News Roundup

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In an odd turn of events for the person known as the “champion of the falsely accused,” WRAL reports that Christine Mumma was accused herself this week by the North Carolina State Bar of violating the Rules of Professional Conduct. Mumma serves as executive director and legal counsel for the North Carolina Center on Actual Innocence. The allegations arise from Mumma’s work to free Joseph Sledge, who spent thirty-six years behind bars for the killing of a mother and her daughter in Bladen County in 1976 before he was exonerated last January.

The state bar complaint asserts that Mumma went unannounced to the home of the sister of two men whom she considered suspects in the killings. The purpose of Mumma’s visit was to obtain a DNA sample from the sister, Ms. Andrus, but Andrus refused to provide a DNA sample on that day. Andrus expressed concern that Mumma was looking for a “scapegoat” and said she wanted to speak to her family members before making a final decision on whether to provide DNA.  Mumma took a water bottle from the home when she left that she knew “might not have belonged to [her].” Once Mumma returned to her car and saw her own water bottle there, she confirmed that the water bottle was not hers.  After Andrus confirmed with Mumma that she did not intend to submit a DNA sample, Mumma submitted the water bottle to a laboratory for DNA testing. The DNA did not match the brothers to the crime.

In other news:

Rap lyrics as evidence. Over at The Volokh Conspiracy, Eugene Volokh reported on the Second Circuit’s recent opinion in United States v. Pierce, holding that the trial court did not err at the defendant’s trial for racketeering, narcotics trafficking, and murder, by admitting into evidence a video of the defendant rapping about a feud with a rival gang, “Young Gunnaz”, and being a “shooter” as well as images of the defendant’s “Y.G.K” tattoo, which allegedly stood for “Young Gunnaz Killer.” The defendant argued that the admission of the video and photographs violated his First Amendment rights because courts should not “sustain a conviction that may have rested on a form of expression, however, distasteful, which the Constitution tolerates and protects.”  The court rejected that argument on the basis that the speech was not the basis for the prosecution, but instead was used to establish the defendant’s involvement in the alleged criminal enterprise. The court went on to note that rap lyrics and tattoos are properly admitted when they are relevant and their probative value is not substantially outweighed by the danger of unfair prejudice. Jeff wrote here about other cases considering rap lyrics written by a defendant as evidence of guilt.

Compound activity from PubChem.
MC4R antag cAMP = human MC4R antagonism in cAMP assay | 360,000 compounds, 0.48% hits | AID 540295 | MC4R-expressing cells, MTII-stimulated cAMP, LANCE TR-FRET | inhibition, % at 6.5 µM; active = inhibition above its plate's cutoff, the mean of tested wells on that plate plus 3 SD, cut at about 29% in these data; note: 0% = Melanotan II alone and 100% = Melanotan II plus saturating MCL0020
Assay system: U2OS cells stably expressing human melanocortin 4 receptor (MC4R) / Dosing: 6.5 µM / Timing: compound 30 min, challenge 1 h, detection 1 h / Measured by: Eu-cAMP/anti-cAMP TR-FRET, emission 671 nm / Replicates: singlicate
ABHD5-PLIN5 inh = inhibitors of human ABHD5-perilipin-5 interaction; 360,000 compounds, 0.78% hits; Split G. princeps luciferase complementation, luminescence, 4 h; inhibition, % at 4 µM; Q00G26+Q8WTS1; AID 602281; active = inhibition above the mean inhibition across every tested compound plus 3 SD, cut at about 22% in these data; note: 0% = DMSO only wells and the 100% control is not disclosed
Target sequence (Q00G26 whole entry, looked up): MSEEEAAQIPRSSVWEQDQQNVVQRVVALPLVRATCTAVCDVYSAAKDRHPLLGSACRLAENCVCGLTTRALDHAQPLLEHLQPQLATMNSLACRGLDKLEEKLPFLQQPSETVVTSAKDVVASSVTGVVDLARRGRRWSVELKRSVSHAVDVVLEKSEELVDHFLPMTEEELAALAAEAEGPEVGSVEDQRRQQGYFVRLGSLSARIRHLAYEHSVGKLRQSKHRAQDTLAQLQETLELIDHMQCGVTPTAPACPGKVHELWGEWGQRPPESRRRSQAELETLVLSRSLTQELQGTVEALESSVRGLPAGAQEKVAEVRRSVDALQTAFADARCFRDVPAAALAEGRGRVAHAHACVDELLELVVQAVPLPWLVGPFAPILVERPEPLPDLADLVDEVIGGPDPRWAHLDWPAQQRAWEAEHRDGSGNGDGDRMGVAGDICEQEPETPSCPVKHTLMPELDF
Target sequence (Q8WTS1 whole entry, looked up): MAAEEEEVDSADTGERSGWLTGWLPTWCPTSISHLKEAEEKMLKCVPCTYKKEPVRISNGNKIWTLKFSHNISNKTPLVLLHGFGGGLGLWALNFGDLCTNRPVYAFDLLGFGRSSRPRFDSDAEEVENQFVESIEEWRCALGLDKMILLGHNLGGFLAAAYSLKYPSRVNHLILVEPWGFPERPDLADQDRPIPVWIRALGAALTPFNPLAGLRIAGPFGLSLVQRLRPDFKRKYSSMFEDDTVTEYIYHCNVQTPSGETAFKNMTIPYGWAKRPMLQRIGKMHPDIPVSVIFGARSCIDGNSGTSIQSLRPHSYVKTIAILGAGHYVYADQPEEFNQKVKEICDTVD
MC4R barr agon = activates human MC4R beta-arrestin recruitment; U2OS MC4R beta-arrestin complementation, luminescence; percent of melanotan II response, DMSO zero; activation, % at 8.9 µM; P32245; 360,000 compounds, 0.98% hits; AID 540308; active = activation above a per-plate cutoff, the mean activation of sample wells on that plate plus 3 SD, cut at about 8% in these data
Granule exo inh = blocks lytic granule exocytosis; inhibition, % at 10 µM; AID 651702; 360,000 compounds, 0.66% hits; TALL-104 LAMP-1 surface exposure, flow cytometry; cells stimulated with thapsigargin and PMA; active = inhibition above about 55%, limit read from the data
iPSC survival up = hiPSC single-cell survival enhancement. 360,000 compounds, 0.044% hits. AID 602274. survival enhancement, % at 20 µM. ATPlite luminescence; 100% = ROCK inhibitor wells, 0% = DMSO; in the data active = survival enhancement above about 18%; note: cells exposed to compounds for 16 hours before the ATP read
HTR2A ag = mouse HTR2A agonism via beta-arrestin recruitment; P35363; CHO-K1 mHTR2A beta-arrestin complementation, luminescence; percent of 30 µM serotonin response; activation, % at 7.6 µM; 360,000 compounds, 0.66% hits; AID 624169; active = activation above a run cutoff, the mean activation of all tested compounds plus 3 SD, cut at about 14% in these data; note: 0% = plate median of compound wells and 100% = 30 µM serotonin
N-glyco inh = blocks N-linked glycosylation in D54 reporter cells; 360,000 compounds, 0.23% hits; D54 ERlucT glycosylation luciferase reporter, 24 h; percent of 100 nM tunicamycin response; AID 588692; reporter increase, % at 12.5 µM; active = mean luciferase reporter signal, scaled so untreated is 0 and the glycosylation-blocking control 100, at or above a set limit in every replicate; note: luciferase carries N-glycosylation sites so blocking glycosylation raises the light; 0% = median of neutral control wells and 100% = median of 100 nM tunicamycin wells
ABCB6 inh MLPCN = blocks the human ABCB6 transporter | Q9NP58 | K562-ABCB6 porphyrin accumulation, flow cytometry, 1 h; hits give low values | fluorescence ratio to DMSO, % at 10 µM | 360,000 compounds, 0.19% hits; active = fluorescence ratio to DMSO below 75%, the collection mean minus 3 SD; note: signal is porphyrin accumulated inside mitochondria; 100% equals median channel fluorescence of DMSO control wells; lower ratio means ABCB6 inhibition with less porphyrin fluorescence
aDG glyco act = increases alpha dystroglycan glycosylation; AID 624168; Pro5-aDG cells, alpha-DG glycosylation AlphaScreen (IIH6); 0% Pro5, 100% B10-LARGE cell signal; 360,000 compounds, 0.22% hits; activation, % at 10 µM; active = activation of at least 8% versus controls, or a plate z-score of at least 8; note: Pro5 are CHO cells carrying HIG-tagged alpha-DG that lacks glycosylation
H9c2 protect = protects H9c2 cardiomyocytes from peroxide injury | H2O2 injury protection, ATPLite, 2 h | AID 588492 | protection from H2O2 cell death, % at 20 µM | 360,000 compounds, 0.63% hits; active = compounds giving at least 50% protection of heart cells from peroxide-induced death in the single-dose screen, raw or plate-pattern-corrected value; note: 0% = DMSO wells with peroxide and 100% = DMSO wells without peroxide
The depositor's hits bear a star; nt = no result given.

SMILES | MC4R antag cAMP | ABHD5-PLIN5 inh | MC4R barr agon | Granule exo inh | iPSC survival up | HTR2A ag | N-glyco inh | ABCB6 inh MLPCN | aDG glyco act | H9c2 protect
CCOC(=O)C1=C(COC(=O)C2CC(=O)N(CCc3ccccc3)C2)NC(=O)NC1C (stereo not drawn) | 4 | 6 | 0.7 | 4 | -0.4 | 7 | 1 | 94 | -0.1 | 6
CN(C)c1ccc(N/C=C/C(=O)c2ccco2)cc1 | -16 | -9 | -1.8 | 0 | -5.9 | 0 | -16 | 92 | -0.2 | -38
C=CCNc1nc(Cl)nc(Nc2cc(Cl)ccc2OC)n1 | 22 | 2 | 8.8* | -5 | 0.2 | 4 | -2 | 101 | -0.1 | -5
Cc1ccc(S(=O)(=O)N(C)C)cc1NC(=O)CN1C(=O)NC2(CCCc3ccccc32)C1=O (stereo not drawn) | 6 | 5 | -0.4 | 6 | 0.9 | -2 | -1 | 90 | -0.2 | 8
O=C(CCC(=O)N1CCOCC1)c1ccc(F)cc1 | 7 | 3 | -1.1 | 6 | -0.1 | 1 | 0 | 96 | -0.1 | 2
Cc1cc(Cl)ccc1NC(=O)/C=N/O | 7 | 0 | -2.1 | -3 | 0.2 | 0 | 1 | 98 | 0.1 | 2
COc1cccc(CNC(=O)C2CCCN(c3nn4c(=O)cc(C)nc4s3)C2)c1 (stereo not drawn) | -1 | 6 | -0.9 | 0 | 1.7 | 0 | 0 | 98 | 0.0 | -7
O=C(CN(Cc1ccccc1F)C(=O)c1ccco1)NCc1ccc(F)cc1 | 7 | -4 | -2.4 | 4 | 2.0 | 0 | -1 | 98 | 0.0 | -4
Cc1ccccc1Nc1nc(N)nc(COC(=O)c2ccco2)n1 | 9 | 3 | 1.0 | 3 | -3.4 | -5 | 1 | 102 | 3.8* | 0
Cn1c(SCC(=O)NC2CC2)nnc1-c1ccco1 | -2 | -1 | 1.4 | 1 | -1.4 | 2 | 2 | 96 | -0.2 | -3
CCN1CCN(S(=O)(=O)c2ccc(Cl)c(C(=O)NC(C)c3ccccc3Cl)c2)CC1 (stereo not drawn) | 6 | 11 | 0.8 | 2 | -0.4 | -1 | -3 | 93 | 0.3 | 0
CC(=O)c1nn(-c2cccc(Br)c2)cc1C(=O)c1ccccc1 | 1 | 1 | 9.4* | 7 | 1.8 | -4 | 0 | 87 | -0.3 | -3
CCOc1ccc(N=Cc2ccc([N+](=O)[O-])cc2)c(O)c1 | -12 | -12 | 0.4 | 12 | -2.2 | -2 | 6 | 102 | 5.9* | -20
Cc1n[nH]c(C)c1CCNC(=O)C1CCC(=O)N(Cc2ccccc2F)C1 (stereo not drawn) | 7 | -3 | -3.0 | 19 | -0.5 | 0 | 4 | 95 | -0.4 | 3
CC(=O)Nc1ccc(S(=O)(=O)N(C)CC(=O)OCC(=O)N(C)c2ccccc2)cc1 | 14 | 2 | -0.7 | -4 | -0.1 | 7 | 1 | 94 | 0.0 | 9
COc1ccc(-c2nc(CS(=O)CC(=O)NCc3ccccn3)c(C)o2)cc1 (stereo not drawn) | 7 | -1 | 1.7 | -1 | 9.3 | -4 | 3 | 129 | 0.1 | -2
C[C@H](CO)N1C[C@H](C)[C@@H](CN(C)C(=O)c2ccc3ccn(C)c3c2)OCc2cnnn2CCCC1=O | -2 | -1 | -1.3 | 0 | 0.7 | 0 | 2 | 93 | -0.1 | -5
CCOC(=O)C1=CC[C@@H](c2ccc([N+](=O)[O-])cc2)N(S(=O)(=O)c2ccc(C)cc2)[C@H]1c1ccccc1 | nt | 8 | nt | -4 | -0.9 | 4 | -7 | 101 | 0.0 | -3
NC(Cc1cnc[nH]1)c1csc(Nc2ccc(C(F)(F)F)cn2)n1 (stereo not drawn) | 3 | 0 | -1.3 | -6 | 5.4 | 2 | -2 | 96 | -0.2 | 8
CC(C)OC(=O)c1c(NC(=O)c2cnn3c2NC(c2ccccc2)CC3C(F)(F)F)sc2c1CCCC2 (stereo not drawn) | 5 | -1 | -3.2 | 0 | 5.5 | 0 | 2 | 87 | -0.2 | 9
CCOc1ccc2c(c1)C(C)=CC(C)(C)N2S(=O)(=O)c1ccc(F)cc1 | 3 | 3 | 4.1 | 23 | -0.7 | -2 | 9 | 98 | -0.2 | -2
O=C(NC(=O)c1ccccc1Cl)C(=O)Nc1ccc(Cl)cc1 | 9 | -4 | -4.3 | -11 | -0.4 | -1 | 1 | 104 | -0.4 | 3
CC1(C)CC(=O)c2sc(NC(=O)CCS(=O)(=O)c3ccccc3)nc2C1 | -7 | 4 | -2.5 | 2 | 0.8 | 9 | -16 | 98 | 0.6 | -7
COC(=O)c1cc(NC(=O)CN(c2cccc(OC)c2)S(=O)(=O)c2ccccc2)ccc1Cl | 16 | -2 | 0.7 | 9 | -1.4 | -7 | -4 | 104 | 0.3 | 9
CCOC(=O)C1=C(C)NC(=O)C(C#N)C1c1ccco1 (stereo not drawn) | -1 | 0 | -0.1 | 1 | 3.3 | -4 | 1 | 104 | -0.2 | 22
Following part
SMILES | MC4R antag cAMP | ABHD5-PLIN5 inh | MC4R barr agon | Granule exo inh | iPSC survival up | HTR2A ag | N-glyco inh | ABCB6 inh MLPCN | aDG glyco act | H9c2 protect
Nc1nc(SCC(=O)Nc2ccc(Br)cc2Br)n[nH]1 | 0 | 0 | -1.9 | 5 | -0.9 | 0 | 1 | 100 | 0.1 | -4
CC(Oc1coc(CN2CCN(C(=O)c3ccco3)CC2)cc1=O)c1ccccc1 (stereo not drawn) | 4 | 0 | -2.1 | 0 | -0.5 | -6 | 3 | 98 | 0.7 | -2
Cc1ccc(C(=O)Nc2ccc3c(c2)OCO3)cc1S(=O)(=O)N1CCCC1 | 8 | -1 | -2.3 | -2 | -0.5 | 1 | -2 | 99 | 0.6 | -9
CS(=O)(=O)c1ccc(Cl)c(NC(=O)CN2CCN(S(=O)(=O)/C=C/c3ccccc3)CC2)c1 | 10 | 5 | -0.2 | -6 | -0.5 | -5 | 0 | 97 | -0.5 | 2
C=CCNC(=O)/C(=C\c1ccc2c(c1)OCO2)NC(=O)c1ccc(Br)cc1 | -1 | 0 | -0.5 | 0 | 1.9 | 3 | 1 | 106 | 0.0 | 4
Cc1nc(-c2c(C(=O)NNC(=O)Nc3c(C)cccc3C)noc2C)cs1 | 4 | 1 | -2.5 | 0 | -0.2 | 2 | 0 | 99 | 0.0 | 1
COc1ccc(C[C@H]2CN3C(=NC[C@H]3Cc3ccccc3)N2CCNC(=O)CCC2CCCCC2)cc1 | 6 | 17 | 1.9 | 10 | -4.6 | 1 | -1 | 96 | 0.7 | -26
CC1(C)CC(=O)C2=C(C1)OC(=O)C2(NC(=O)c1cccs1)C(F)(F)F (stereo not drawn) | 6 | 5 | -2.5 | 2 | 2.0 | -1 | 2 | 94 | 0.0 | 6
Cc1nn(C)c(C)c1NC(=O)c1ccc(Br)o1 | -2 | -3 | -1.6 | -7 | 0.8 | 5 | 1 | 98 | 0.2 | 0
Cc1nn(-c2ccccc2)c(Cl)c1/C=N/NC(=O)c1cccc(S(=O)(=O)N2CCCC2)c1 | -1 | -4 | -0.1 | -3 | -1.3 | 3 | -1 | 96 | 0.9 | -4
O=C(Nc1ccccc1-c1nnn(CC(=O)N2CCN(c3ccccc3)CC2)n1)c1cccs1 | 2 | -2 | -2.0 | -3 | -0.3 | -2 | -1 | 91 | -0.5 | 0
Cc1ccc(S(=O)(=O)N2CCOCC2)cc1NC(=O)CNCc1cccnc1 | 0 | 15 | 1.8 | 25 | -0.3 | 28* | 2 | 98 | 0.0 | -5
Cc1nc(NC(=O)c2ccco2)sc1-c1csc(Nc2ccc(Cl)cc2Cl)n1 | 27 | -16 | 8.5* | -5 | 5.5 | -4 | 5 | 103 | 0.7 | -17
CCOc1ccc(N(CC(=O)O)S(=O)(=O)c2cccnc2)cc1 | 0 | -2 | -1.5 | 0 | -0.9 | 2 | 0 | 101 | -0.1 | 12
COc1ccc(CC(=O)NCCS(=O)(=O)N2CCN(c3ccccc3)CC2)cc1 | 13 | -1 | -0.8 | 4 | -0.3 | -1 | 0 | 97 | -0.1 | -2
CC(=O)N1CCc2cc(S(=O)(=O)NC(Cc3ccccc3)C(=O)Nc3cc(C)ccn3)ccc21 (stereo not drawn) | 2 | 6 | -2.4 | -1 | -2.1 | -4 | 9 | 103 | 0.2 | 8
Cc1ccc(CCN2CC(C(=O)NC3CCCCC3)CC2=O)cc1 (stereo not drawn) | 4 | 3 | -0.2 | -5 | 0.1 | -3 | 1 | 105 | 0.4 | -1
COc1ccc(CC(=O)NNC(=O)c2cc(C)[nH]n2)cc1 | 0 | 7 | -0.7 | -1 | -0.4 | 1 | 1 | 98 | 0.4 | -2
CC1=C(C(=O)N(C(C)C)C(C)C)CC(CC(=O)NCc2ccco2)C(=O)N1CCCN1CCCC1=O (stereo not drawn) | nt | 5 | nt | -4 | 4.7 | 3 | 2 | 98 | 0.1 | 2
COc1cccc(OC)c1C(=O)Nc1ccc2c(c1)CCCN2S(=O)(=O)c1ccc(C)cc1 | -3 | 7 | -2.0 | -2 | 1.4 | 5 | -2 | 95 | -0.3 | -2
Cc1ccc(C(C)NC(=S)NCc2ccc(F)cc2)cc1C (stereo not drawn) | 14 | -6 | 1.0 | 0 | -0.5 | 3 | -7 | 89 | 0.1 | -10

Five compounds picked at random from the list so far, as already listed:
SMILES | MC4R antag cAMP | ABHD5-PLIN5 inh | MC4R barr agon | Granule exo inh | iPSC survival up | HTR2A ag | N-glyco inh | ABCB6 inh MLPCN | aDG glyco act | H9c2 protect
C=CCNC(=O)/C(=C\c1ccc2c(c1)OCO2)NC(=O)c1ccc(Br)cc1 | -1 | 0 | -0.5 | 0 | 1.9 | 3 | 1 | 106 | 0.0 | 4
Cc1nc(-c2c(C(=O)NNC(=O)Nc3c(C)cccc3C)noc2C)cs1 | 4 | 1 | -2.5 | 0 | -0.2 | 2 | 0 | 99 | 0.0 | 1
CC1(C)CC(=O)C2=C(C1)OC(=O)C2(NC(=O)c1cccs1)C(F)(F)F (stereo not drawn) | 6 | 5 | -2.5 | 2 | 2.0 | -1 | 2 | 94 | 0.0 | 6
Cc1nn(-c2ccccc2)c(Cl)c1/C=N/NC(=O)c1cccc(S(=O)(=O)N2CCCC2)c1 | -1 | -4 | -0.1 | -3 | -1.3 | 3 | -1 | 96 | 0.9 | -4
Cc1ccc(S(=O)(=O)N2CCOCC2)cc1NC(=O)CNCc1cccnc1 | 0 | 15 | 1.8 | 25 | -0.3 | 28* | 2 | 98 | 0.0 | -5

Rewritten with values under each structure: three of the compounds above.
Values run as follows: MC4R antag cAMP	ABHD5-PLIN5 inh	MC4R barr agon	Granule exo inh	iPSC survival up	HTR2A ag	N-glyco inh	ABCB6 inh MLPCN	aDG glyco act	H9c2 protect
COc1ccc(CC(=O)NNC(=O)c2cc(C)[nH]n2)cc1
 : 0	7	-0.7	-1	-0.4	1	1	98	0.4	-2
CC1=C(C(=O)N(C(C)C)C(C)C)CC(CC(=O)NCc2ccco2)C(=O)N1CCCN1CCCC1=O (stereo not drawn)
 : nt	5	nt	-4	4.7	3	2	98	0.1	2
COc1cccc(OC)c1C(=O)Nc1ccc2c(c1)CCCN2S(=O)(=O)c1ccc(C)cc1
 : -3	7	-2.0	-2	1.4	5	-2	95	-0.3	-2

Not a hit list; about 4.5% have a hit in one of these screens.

Should law enforcement officers wear body cameras? The Durham Police Department is holding public forums to receive community input on the issue. A recent poll by Elon University reveals that 9 out of 10 North Carolinians think police should wear body cameras and two-thirds of residents believe the footage should be made available to the public.

I’m sorry. Those are said to be two (or is it two-and-a-half?) of the most powerful words used in relationships—and perhaps in avoiding the death penalty. One former assistant United States Attorney thinks Dzhokhar Tsarnaev should have told the jury himself that he was sorry for the Boston Marathon bombings rather than relying on testimony from a nun and anti-death-penalty advocate who said he is remorseful.

In other death penalty news, death penalty trials, death sentences, and executions are on the decline in Texas, just as they are in the rest of the country.  A columnist for the Dallas Morning News reports here on reasons for the decline.  Spoiler alert:  Texas hasn’t gone soft on crime.  Finally, UNC law school professor Robert Smith penned this piece for Slate on the “deadliest prosecutors” in America. Smith’s pick from Louisiana, Dale Cox, is quoted as saying “[i] think we need to kill more people.”

On a lighter note . . .

Who would you pick to play you in the movie about your life?  I’d be pretty flattered if Natalie Portman were cast.  Above the Law reports that Ms. Portman will be playing the part of Justice Ruth Bader Ginsburg in an upcoming movie based on the “Notorious R.G.B’s life.”

Should you blog every day?  Some lawyers say yes.  At first I thought I agreed with them, since we post every day here at the North Carolina Criminal Law blog.  But then I realized that they make us look like slackers, since we don’t individually blog every day. And don’t even bother sending in a comment in support of that idea.

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2 comments on “News Roundup

  1. While what Mumma is accused of doing is wrong, the State Bar should be ashamed of itself for going after her when they do not go after prosecutors who attempt to use evidence obtained by police who have done the same thing Mumma is accused of doing. When a prosecutor attempts to take advantage of evidence obtained through criminal action by policemen then that prosecutor is also guilty of the criminal action as an aider & abettor, a conspiracist, an accessory, or even as someone acting in concert. Prosecutors routinely try (& often succeed, to the embarrassment of law-abiding citizens) to have illegally-obtained evidence admitted at trial. Has the State Bar ever gone after one of those prosecutors?

    • Can you give a specific example of what you are talking about here? This seems pretty clear-cut that not only is this a rules violation, technically it’s a crime. She went into a house and stole a water bottle. The item might be of minimal value, but unless it was in the trash, it’s still a misdemeanor larceny.
      Your argument doesn’t cite specific instances, it just relies on an open ended conjecture that police have done the same or worse.

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